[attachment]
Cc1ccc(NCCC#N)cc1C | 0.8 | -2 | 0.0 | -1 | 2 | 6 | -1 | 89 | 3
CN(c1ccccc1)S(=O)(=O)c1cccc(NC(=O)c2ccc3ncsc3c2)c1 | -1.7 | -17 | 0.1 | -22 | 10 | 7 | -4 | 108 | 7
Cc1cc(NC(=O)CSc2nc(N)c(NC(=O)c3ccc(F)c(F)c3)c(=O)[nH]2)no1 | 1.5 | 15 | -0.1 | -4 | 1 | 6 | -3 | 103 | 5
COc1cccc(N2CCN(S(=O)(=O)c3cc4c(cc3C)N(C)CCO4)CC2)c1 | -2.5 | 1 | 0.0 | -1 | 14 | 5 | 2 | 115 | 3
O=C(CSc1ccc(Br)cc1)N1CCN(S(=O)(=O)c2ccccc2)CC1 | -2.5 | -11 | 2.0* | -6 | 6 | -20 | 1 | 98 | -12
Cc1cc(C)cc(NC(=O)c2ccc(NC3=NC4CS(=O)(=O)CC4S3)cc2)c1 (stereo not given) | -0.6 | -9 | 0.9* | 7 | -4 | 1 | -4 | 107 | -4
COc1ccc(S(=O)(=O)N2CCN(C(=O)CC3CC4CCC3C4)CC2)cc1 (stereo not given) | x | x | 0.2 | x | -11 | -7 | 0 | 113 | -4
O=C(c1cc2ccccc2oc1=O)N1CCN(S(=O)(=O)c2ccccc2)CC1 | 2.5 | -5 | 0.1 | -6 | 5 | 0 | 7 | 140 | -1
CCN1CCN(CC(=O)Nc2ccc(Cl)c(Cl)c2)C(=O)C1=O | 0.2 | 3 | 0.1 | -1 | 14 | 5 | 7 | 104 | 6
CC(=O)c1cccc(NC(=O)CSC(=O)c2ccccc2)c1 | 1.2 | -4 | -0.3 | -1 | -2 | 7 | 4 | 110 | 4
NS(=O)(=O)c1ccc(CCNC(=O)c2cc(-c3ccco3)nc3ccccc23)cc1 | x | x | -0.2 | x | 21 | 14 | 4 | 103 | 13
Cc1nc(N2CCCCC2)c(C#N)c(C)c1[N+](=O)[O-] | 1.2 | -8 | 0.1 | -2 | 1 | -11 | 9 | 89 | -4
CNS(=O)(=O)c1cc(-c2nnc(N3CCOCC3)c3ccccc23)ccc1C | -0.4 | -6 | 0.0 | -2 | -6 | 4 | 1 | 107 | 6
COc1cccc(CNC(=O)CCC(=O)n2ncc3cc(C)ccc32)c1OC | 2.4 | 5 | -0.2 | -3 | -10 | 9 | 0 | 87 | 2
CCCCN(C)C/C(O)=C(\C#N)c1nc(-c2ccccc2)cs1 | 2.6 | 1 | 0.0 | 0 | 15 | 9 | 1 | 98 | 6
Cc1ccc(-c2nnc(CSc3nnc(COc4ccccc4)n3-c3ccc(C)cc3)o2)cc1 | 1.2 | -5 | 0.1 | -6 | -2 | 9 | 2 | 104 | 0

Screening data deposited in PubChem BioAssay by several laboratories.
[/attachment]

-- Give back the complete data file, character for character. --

Cc1ccc(NCCC#N)cc1C | 0.8 | -2 | 0.0 | -1 | 2 | 6 | -1 | 89 | 3
CN(c1ccccc1)S(=O)(=O)c1cccc(NC(=O)c2ccc3ncsc3c2)c1 | -1.7 | -17 | 0.1 | -22 | 10 | 7 | -4 | 108 | 7
Cc1cc(NC(=O)CSc2nc(N)c(NC(=O)c3ccc(F)c(F)c3)c(=O)[nH]2)no1 | 1.5 | 15 | -0.1 | -4 | 1 | 6 | -3 | 103 | 5
COc1cccc(N2CCN(S(=O)(=O)c3cc4c(cc3C)N(C)CCO4)CC2)c1 | -2.5 | 1 | 0.0 | -1 | 14 | 5 | 2 | 115 | 3
O=C(CSc1ccc(Br)cc1)N1CCN(S(=O)(=O)c2ccccc2)CC1 | -2.5 | -11 | 2.0* | -6 | 6 | -20 | 1 | 98 | -12
Cc1cc(C)cc(NC(=O)c2ccc(NC3=NC4CS(=O)(=O)CC4S3)cc2)c1 (stereo not given) | -0.6 | -9 | 0.9* | 7 | -4 | 1 | -4 | 107 | -4
COc1ccc(S(=O)(=O)N2CCN(C(=O)CC3CC4CCC3C4)CC2)cc1 (stereo not given) | x | x | 0.2 | x | -11 | -7 | 0 | 113 | -4
O=C(c1cc2ccccc2oc1=O)N1CCN(S(=O)(=O)c2ccccc2)CC1 | 2.5 | -5 | 0.1 | -6 | 5 | 0 | 7 | 140 | -1
CCN1CCN(CC(=O)Nc2ccc(Cl)c(Cl)c2)C(=O)C1=O | 0.2 | 3 | 0.1 | -1 | 14 | 5 | 7 | 104 | 6
CC(=O)c1cccc(NC(=O)CSC(=O)c2ccccc2)c1 | 1.2 | -4 | -0.3 | -1 | -2 | 7 | 4 | 110 | 4
NS(=O)(=O)c1ccc(CCNC(=O)c2cc(-c3ccco3)nc3ccccc23)cc1 | x | x | -0.2 | x | 21 | 14 | 4 | 103 | 13
Cc1nc(N2CCCCC2)c(C#N)c(C)c1[N+](=O)[O-] | 1.2 | -8 | 0.1 | -2 | 1 | -11 | 9 | 89 | -4
CNS(=O)(=O)c1cc(-c2nnc(N3CCOCC3)c3ccccc23)ccc1C | -0.4 | -6 | 0.0 | -2 | -6 | 4 | 1 | 107 | 6
COc1cccc(CNC(=O)CCC(=O)n2ncc3cc(C)ccc32)c1OC | 2.4 | 5 | -0.2 | -3 | -10 | 9 | 0 | 87 | 2
CCCCN(C)C/C(O)=C(\C#N)c1nc(-c2ccccc2)cs1 | 2.6 | 1 | 0.0 | 0 | 15 | 9 | 1 | 98 | 6
Cc1ccc(-c2nnc(CSc3nnc(COc4ccccc4)n3-c3ccc(C)cc3)o2)cc1 | 1.2 | -5 | 0.1 | -6 | -2 | 9 | 2 | 104 | 0

Screening data deposited in PubChem BioAssay by several laboratories.